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These files are public domain and are a derivative of an electronic edition that is available on the Christian Classics Ethereal Library Website.

Bibliography
Wesley, John. "Commentary on Lamentations 3:33". "John Wesley's Explanatory Notes on the Whole Bible". http://odl.studylight.org/commentaries/wen/lamentations-3.html. 1765.

Calvin's Commentary on the Bible

This is another confirmation of the same truth, that God takes no delight in the evils or miseries of men. It is indeed a strong mode of speaking which the Prophet adopts, but very suitable. God, we know, puts on, as it were, our form or manner, for he cannot be comprehended in his inconceivable glory by human minds. Hence it is that he transfers to himself what properly can only apply to men. God surely never acts unwillingly nor feignedly: how then is that suitable which Jeremiah declares, — that God does not afflict from his heart? But God, as already said, does here assume the character of man; for though he afflicts us with sorrow as he pleases, yet true it is that he delights not in the miseries of men; for if a father desires to benefit his own children, and deals kindly with them, what ought we to think of our heavenly Father?

“Ye,” says Christ, “who are evil,
know how to do good to your children,” (
Matthew 7:11;)

what then are we to expect from the very fountain of goodness? As, then, parents are not willingly angry with their children, nor handle them roughly, there is no doubt but that God never punishes men except when he is constrained. There is, as I have said, an impropriety in the expression, but it is enough to know, that God derives no pleasure from the miseries of men, as profane men say, who utter such blasphemies as these, that we are like balls with which God plays, and that we are exposed to many evils, because God wishes to have as it were, a pleasant and delectable spectacle in looking on the innumerable afflict, ions, and at length on the death of men.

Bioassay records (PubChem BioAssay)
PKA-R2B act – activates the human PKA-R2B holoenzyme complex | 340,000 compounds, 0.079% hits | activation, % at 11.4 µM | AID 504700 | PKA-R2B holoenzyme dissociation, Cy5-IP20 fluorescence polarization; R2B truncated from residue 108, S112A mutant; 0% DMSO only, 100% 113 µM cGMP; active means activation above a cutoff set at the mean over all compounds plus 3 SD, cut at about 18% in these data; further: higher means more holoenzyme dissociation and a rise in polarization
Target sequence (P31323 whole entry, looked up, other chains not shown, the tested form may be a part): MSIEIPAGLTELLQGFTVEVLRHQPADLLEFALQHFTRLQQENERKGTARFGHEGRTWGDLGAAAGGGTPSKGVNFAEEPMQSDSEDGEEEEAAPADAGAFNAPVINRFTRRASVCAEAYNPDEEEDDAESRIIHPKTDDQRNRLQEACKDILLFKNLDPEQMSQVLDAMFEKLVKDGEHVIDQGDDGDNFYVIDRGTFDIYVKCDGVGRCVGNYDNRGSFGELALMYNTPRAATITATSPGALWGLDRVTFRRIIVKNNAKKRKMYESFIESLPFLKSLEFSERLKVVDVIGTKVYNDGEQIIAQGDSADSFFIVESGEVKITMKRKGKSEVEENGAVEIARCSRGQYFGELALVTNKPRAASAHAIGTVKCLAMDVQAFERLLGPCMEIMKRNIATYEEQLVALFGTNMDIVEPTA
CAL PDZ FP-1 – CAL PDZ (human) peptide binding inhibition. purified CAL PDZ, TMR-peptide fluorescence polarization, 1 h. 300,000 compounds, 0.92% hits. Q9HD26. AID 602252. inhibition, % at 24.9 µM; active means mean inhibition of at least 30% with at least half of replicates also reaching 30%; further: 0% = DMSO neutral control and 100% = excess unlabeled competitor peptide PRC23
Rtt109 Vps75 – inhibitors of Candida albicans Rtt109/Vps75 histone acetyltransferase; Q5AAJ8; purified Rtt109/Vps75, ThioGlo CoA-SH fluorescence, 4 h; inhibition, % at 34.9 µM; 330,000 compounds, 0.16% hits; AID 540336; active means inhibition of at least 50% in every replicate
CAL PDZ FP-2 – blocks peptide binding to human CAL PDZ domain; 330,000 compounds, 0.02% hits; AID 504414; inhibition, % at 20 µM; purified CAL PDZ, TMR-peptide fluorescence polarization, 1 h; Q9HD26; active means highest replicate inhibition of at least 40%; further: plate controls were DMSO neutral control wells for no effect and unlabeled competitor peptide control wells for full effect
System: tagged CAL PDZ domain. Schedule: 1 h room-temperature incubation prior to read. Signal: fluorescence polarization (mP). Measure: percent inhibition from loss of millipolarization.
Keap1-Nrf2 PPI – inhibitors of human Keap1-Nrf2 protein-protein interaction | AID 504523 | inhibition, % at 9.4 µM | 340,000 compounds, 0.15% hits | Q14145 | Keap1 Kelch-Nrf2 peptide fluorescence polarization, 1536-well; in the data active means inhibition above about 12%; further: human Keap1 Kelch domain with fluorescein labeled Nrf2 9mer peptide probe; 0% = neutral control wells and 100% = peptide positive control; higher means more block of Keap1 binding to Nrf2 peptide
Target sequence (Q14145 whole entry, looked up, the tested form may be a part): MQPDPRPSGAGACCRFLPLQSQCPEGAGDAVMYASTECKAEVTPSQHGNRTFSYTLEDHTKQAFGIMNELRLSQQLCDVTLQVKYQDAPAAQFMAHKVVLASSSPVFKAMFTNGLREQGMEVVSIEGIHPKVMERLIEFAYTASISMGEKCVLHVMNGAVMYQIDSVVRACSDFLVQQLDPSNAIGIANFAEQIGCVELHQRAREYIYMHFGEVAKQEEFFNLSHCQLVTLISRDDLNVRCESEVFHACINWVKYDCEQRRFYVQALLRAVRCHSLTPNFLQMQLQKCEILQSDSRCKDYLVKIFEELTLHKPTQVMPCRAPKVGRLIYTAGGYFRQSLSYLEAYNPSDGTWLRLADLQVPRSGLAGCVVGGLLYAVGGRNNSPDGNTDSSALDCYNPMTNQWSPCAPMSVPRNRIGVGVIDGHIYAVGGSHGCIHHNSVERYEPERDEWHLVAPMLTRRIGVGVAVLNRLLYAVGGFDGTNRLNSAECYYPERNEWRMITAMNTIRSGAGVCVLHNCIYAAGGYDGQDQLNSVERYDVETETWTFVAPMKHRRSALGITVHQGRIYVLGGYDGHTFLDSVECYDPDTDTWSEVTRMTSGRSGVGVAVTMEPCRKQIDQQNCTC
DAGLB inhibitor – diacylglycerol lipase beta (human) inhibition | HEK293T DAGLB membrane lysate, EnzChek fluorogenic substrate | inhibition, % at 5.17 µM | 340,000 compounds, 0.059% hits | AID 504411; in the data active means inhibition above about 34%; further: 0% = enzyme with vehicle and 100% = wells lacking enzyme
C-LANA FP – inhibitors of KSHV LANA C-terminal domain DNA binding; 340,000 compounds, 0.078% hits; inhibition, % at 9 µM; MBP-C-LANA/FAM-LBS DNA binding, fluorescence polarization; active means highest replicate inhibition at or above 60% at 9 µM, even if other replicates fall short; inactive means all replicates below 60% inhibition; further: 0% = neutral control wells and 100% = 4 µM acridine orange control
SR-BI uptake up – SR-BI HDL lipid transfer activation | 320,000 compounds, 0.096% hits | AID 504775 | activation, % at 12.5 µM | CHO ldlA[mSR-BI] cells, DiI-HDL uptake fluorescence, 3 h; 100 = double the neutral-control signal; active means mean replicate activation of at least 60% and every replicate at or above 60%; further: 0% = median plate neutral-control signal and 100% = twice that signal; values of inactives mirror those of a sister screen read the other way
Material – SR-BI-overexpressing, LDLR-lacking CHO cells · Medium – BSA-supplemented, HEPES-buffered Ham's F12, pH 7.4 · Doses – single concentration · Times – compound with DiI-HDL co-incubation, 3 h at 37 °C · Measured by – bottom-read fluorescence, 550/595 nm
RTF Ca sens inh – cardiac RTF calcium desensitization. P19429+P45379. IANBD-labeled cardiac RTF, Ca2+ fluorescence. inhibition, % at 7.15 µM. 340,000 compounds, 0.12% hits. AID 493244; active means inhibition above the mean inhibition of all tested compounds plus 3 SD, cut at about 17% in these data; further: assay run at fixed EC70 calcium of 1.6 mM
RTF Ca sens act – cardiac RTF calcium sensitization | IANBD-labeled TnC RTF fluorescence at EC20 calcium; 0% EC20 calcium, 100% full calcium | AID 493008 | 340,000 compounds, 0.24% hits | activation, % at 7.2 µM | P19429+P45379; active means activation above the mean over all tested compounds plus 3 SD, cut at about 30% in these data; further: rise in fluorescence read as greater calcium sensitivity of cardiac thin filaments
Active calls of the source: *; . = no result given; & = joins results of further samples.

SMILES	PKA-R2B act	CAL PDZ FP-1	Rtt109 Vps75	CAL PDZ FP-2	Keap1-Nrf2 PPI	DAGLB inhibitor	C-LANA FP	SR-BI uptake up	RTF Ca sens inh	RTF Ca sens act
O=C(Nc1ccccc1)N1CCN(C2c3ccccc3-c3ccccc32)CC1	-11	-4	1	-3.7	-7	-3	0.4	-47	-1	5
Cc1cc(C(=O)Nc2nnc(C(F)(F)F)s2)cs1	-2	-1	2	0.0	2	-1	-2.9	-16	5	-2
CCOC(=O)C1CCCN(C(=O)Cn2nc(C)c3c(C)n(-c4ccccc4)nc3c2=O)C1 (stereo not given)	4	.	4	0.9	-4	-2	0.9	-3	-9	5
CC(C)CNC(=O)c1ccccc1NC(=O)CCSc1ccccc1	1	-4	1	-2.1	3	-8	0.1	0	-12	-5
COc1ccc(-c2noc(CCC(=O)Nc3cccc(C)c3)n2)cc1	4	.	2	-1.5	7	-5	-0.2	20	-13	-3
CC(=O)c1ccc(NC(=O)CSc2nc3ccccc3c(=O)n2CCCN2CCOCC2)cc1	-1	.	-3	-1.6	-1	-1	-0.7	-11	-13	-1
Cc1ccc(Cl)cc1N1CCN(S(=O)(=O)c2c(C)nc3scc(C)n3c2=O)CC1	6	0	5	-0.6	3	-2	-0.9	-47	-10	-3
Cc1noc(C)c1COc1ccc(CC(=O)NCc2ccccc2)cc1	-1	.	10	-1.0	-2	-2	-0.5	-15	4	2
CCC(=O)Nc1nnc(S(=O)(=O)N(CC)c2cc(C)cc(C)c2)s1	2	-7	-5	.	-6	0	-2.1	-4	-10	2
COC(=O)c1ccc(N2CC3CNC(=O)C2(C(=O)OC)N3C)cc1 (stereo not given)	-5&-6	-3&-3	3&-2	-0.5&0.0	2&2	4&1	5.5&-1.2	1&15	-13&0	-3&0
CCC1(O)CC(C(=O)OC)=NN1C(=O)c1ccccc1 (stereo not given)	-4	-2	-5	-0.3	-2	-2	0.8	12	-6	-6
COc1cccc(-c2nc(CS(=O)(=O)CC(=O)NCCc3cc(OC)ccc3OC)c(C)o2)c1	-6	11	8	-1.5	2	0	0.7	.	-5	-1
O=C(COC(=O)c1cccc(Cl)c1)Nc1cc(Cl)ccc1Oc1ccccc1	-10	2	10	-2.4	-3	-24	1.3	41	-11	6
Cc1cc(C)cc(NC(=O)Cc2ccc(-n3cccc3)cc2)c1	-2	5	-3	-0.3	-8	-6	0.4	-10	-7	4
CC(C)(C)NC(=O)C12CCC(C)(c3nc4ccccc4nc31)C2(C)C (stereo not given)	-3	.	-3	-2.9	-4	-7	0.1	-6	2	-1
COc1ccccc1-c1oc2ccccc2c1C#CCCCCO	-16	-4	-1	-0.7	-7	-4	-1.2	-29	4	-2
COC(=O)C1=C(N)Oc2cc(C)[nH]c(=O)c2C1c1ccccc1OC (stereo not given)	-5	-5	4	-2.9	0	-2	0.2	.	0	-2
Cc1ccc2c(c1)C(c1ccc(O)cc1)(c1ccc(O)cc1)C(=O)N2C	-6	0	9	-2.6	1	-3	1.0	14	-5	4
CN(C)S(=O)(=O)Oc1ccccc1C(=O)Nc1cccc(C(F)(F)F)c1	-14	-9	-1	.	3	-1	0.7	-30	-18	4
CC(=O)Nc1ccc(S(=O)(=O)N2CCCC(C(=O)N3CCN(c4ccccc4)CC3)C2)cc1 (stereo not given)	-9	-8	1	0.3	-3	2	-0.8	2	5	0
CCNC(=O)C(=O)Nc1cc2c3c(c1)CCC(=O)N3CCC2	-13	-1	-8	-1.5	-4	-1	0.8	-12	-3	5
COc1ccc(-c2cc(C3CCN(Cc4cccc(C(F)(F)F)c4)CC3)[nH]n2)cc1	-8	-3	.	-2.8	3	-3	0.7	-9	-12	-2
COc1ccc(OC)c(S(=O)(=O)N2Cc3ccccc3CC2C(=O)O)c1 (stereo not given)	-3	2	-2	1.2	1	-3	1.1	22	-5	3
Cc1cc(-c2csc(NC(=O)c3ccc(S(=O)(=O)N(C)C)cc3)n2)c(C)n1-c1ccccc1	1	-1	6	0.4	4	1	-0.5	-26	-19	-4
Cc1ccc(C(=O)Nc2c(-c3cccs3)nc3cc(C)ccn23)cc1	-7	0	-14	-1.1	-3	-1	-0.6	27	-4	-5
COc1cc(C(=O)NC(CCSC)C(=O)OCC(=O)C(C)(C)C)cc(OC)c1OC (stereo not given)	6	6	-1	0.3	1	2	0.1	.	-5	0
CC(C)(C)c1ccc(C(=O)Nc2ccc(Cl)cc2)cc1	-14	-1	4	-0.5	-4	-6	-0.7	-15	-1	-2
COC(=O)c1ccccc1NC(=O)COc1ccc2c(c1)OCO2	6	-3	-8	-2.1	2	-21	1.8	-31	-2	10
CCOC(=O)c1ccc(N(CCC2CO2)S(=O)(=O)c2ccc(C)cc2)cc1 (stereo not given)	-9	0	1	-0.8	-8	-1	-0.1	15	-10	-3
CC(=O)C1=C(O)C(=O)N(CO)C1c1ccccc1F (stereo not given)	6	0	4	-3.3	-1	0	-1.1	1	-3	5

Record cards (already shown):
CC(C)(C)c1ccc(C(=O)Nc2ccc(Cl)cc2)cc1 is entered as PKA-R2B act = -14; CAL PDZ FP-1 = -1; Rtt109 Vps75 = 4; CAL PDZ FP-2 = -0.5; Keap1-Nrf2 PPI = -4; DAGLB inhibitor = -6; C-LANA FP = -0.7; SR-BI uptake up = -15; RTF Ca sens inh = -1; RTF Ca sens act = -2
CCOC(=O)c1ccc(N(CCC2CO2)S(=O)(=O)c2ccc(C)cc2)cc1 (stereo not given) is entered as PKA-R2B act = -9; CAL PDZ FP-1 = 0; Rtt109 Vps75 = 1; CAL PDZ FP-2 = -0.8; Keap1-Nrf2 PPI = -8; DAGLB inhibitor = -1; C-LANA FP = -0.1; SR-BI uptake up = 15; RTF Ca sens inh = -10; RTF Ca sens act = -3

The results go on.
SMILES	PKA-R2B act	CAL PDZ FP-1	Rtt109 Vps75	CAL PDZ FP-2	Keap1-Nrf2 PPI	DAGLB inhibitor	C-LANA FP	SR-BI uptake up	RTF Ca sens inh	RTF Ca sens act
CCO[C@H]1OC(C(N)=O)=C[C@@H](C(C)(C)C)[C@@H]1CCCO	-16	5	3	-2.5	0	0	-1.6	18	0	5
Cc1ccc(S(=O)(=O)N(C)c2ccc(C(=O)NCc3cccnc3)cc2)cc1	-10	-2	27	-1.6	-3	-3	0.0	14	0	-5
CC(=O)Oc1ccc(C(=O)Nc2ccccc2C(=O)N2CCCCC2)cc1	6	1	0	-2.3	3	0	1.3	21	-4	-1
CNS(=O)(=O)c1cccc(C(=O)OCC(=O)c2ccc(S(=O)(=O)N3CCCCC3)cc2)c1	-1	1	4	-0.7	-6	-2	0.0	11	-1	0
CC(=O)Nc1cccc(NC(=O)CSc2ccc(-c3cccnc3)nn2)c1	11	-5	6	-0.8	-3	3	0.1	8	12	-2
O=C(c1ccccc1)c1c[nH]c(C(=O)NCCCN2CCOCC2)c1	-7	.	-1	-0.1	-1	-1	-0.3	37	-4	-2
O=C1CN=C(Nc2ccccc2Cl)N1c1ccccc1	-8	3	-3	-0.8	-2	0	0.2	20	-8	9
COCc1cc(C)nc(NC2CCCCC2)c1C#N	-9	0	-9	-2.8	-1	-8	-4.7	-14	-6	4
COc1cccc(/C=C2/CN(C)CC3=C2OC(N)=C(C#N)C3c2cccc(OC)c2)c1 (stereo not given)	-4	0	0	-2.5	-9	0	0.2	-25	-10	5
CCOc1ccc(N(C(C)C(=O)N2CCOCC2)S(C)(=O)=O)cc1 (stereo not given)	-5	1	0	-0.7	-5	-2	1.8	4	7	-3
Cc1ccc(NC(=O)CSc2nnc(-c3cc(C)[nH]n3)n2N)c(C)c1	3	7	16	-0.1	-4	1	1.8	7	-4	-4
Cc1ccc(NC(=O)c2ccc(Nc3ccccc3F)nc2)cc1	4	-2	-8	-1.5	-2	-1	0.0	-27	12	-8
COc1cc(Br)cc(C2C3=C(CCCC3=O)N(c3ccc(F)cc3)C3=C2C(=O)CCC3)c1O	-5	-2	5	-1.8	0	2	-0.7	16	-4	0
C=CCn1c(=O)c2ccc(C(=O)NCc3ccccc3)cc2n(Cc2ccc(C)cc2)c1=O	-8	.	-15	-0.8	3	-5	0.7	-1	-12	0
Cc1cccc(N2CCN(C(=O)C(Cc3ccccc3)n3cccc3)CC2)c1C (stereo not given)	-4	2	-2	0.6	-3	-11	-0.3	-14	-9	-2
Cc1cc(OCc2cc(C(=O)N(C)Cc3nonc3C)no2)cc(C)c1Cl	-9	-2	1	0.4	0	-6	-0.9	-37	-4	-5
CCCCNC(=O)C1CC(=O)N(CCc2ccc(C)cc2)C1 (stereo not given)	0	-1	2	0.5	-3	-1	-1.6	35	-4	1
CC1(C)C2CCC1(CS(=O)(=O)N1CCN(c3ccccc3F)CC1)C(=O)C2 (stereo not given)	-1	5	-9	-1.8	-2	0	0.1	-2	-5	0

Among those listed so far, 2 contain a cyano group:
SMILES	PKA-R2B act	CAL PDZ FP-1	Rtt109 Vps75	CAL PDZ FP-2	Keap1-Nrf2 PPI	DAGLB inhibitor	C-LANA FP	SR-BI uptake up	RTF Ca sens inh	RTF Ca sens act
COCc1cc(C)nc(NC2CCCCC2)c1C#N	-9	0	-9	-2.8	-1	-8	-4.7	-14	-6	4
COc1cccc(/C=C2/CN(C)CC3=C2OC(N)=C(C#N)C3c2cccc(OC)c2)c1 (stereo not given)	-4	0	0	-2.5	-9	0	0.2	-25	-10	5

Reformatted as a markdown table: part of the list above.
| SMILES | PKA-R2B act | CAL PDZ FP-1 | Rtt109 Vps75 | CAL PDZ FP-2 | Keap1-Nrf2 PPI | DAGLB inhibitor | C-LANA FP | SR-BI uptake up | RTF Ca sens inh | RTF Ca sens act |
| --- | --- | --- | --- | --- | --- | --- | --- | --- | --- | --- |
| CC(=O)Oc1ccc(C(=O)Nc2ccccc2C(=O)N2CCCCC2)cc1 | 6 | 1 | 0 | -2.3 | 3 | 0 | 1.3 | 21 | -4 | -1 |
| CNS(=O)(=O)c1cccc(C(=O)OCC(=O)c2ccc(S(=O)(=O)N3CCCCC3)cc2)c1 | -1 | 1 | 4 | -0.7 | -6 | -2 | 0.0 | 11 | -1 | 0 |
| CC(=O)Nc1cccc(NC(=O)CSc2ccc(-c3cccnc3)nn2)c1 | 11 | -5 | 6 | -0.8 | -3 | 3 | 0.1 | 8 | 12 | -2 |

That such thoughts, then, might not tempt us to unbelief, the Prophet here puts a check on us, and declares that God does not afflict from his heart, that is, willingly, as though he delighted in the evils of men, as a judge, who, when he ascends his throne and condemns the guilty to death, does not do this from his heart, because he wishes all to be innocent, and thus to have a reason for acquitting them; but. yet he willingly condemns the guilty, because this is his duty. So also God, when he adopts severity towards men, he indeed does so willingly, because he is the judge of the world; but he does not do so from the heart, because he wishes all to be innocent — for far away from him is all fierceness and cruelty; and as he regards men with paternal love, so also he would have them to be saved, were they not as it were by force to drive him to rigor. And this feeling he also expresses in Isaiah,

“Ah! I will take consolation from mine adversaries.”
(
Isaiah 1:24.)

He calls them adversaries who so often provoked him by their obstinacy; yet he was led unwillingly to punish their sins, and hence he employed a particle expressive of grief, and exclaimed Ah! as a father who wishes his son to be innocent, and yet is compelled to be severe with him.

But however true this doctrine may be, taken generally, there is yet no doubt but that the Prophet here addresses only the faithful; and doubtless this privilege peculiarly belongs to God’s children, as it has been shown before. It follows, —


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Bibliography
Calvin, John. "Commentary on Lamentations 3:33". "Calvin's Commentary on the Bible". http://odl.studylight.org/commentaries/cal/lamentations-3.html. 1840-57.

John Trapp Complete Commentary

Lamentations 3:33 For he doth not afflict willingly nor grieve the children of men.